The news came via a tweet this morning from the president, who said he received insight from "some of the world's top business leaders", one of whom suggested that if the SEC were to "stop quarterly reporting [and] go to a six month system", it would boost USA business growth and employment.
Under federal law publicly traded companies must file a 10-Q report with the SEC every three months.
He said outgoing PepsiCo Inc Chief Executive Indra Nooyi had brought it up to him.
On the other hand, a study by experts at Duke University's Fuqua School of Business and City University of London, England, found that frequent financial reporting in itself creates short-sightedness that pushes companies to stress immediate results at the expense of longer-term investments.
Donald Trump has called for U.S. companies to issue financial reports just twice a year rather than four times.More news: Trump revokes security clearance of former Central Intelligence Agency director and frequent critic
"The difficulty in making better long-term decisions away from a quarterly reporting cycle certainly stands out as being beneficial", said Art Hogan at investment bank B. Riley FBR.
He picked a good moment to put the idea forward: Elon Musk is in the midst of a dramatic push to take Tesla Inc private in large part, he says, to remove the pressures of having to report quarterly earnings. By tweeting that the switch would give companies more flexibility and reduce costs, Trump waded into a long-running debate on how often companies should report.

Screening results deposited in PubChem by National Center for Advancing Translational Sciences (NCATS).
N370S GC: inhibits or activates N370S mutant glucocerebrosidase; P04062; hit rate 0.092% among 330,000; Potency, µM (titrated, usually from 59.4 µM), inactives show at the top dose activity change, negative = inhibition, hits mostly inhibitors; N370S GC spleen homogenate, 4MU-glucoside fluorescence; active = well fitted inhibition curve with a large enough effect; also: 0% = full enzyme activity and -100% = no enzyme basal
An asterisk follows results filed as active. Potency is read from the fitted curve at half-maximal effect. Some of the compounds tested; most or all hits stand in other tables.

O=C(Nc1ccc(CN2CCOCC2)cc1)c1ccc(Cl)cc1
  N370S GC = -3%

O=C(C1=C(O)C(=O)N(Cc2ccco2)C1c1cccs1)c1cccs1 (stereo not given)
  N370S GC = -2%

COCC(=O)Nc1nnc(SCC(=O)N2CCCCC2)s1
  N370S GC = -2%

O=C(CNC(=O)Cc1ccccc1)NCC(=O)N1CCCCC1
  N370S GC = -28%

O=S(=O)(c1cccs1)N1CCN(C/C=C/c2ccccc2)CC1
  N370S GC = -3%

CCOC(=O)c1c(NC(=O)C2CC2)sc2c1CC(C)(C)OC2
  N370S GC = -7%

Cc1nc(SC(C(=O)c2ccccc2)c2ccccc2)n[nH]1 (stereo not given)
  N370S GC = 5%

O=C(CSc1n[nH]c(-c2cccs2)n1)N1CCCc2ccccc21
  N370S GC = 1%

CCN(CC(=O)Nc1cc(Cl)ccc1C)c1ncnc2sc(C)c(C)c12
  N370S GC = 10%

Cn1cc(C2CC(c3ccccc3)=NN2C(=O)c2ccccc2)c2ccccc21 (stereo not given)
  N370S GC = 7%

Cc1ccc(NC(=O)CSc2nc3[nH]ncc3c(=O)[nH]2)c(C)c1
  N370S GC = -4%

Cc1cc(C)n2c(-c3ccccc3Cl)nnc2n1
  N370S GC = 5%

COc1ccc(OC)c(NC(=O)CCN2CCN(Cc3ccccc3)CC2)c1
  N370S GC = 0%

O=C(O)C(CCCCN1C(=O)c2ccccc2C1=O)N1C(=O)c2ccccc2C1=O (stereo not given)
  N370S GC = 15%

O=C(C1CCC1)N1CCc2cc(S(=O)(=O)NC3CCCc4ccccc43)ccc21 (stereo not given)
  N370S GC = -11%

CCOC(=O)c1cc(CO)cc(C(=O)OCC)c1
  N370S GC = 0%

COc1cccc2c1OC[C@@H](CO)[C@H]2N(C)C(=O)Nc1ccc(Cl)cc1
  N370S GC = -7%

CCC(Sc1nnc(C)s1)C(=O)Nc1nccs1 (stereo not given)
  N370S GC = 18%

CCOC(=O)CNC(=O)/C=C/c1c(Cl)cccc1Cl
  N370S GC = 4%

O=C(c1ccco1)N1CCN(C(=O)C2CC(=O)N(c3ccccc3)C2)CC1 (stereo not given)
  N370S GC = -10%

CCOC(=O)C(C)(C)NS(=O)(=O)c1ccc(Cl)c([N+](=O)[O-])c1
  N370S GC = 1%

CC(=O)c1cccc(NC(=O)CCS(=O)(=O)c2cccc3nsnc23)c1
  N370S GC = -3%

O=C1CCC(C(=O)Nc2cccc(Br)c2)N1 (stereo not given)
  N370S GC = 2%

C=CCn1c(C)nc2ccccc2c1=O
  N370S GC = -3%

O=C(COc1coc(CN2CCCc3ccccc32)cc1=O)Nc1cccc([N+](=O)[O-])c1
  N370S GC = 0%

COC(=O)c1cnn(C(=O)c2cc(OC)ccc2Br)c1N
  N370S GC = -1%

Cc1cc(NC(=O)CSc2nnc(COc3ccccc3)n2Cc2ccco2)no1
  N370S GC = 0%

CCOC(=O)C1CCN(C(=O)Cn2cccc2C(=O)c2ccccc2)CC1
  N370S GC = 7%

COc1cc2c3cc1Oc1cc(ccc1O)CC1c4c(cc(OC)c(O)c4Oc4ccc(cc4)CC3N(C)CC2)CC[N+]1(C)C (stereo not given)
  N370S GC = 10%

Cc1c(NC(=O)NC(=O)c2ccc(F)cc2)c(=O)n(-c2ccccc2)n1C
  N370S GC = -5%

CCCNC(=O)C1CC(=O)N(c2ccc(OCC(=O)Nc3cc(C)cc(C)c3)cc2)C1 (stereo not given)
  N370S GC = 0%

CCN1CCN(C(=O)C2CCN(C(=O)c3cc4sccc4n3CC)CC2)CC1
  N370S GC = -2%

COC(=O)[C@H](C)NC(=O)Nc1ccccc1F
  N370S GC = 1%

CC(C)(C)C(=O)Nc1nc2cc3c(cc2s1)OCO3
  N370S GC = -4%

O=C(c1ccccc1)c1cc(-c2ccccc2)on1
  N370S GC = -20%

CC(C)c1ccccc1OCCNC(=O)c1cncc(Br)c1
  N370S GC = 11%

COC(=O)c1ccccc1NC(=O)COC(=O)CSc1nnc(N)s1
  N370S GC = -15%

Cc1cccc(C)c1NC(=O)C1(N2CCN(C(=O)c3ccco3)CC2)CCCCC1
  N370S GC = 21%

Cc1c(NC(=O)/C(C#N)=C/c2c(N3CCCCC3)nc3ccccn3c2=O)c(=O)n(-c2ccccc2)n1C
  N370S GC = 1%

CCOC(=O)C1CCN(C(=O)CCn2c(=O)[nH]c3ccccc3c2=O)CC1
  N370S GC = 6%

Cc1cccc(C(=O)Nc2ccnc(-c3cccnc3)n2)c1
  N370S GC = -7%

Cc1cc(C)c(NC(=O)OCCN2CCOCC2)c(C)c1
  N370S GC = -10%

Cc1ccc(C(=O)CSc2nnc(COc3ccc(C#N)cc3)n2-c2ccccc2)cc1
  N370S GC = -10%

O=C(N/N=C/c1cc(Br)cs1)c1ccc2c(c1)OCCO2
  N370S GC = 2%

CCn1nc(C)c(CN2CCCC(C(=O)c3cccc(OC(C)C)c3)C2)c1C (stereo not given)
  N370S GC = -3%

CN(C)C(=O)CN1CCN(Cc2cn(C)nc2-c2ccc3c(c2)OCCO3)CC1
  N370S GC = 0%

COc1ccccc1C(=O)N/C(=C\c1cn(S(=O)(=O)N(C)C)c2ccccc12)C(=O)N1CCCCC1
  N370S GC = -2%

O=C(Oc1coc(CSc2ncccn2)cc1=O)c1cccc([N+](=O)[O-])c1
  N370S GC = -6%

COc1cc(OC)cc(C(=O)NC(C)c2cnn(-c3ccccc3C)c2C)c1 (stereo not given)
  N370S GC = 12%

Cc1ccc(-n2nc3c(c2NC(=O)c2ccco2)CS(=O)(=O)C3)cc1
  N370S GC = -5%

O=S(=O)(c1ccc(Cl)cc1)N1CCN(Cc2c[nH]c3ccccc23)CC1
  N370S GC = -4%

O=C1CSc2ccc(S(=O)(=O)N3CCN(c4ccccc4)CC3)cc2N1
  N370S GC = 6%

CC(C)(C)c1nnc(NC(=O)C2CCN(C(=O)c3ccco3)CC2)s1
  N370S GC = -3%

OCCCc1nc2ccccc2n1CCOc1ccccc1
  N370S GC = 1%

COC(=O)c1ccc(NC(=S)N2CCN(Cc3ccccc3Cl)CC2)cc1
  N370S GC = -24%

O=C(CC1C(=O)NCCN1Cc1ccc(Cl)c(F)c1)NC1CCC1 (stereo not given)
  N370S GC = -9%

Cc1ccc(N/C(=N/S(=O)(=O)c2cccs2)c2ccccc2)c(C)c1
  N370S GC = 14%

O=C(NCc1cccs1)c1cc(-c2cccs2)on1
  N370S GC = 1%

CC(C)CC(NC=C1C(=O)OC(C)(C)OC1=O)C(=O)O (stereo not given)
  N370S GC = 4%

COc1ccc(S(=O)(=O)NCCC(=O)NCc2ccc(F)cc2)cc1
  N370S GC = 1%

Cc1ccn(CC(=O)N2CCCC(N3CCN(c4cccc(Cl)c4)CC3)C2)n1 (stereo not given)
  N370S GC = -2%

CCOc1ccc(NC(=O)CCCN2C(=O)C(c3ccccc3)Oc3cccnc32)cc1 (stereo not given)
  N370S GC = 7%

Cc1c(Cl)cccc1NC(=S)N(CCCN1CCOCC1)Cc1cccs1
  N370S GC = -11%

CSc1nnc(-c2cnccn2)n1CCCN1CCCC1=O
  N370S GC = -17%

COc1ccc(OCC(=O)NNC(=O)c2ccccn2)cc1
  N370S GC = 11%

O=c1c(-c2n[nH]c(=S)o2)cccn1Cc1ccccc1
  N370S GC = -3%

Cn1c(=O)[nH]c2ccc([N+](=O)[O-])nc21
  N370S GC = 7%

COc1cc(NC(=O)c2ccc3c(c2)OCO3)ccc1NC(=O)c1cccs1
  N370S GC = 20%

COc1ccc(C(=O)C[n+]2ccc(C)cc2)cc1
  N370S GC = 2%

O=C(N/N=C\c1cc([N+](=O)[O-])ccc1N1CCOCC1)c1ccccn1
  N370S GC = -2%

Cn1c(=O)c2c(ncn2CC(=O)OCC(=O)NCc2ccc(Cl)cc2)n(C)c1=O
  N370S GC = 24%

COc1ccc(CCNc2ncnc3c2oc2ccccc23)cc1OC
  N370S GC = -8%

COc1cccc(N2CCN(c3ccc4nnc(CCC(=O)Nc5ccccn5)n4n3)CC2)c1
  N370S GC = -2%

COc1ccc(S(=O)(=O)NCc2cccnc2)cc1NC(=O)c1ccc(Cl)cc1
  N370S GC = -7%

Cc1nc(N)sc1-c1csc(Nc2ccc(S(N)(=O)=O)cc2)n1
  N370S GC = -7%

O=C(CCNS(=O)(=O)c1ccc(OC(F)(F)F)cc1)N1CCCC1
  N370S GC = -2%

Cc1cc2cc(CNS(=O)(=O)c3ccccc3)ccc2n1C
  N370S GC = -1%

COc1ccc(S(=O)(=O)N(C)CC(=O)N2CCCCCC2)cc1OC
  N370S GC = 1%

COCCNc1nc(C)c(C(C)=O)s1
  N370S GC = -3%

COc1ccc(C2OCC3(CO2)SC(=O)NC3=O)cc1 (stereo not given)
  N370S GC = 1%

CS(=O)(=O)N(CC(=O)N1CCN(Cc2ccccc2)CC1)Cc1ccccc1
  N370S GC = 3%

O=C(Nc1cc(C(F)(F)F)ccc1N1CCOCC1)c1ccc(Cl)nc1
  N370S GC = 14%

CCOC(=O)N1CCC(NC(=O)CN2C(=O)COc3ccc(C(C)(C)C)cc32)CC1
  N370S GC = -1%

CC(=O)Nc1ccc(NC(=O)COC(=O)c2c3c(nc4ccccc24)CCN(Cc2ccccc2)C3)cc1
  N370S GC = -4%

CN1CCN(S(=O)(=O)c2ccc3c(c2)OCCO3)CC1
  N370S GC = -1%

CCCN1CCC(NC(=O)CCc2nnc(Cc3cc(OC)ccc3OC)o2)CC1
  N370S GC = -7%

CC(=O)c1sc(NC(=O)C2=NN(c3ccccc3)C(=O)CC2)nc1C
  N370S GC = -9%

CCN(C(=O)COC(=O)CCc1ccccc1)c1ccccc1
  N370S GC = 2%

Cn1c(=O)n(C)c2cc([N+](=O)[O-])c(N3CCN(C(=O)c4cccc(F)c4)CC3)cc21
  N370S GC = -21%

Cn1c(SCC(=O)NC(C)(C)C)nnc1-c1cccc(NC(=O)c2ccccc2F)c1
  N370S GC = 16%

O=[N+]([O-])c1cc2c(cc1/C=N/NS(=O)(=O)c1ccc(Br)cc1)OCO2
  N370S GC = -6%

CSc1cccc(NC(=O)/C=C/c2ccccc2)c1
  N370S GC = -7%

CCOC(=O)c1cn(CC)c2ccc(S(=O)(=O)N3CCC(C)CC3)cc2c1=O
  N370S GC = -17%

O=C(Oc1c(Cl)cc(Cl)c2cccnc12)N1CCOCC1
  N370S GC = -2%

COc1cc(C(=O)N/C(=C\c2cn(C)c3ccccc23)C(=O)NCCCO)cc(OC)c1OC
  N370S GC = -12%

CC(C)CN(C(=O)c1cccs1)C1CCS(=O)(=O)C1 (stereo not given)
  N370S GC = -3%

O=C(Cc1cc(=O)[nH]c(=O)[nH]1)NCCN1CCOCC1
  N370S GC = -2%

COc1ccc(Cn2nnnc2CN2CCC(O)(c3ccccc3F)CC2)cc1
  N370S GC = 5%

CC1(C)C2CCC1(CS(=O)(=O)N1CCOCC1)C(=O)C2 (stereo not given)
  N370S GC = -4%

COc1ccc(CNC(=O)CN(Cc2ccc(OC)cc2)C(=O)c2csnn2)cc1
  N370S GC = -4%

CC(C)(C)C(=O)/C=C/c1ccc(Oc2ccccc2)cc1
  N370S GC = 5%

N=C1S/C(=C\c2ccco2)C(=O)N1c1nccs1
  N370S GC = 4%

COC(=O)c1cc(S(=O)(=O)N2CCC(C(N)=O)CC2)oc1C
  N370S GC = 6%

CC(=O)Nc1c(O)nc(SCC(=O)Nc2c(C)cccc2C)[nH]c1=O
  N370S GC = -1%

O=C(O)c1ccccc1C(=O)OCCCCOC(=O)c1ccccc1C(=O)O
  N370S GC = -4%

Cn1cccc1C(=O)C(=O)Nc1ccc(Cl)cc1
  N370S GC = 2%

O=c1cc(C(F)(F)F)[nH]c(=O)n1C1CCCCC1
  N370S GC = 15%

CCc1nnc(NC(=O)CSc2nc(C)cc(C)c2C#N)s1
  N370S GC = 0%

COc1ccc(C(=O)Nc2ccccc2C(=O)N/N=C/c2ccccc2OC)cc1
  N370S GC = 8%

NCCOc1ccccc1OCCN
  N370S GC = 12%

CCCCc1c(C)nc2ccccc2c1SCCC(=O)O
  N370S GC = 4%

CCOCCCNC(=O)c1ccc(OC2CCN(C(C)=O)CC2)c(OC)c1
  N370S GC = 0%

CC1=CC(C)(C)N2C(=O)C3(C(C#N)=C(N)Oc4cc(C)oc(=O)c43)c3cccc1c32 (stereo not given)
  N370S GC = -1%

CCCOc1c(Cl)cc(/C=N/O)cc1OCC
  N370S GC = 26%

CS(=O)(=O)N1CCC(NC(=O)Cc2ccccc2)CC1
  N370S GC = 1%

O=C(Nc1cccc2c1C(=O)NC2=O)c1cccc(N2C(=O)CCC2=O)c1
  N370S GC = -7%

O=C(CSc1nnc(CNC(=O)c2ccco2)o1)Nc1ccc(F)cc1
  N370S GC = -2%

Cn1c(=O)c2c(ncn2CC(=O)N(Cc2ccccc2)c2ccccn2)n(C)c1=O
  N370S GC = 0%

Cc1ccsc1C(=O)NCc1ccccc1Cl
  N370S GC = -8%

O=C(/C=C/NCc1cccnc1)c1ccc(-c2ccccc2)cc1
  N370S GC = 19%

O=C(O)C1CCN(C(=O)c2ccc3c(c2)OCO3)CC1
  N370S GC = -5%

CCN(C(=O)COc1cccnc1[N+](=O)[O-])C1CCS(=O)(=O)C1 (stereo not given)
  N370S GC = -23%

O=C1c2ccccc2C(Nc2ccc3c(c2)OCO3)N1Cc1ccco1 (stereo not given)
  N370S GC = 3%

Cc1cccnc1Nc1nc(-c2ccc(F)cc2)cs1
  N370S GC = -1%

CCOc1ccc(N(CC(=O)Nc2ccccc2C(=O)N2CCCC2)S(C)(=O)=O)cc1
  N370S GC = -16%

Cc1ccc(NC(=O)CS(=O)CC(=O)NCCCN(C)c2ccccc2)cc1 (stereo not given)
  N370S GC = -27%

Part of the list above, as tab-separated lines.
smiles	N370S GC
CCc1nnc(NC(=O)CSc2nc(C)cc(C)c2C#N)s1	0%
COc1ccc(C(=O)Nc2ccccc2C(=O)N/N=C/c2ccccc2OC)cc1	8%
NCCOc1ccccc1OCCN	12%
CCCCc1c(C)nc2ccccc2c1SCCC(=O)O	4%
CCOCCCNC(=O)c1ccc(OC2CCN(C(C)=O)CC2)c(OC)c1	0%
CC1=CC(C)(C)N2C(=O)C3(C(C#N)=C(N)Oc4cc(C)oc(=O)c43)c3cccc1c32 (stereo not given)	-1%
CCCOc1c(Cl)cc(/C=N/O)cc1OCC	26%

Billionaire investor Warren Buffett and JPMorgan Chase & Co Chief Executive Jamie Dimon wrote in the Wall Street Journal in June that USA companies should move away from giving quarterly guidance, arguing it holds back spending on hiring, investment and research, but did not call for an end to quarterly reporting.
Last fall it laid out a blueprint for changes to capital market rules in a U.S. Treasury report, but did not advocate scrapping quarterly reporting.
SEC chairman Jay Clayton issued a statement saying the agency "continues to study public company reporting requirements, including the frequency of reporting".
Druckenmiller noted that investors like to know what's going on with the companies they invest in.
Business groups including the US Chamber of Commerce, the Securities Industry and Financial Markets Association and exchange operator Nasdaq have been lobbying hard over the past year for lawmakers and the SEC to relax listing rules, warning that the decline in listings hurts jobs and pension funds. Some said the change could help companies to invest more in their businesses rather than race to show profit gains each quarter.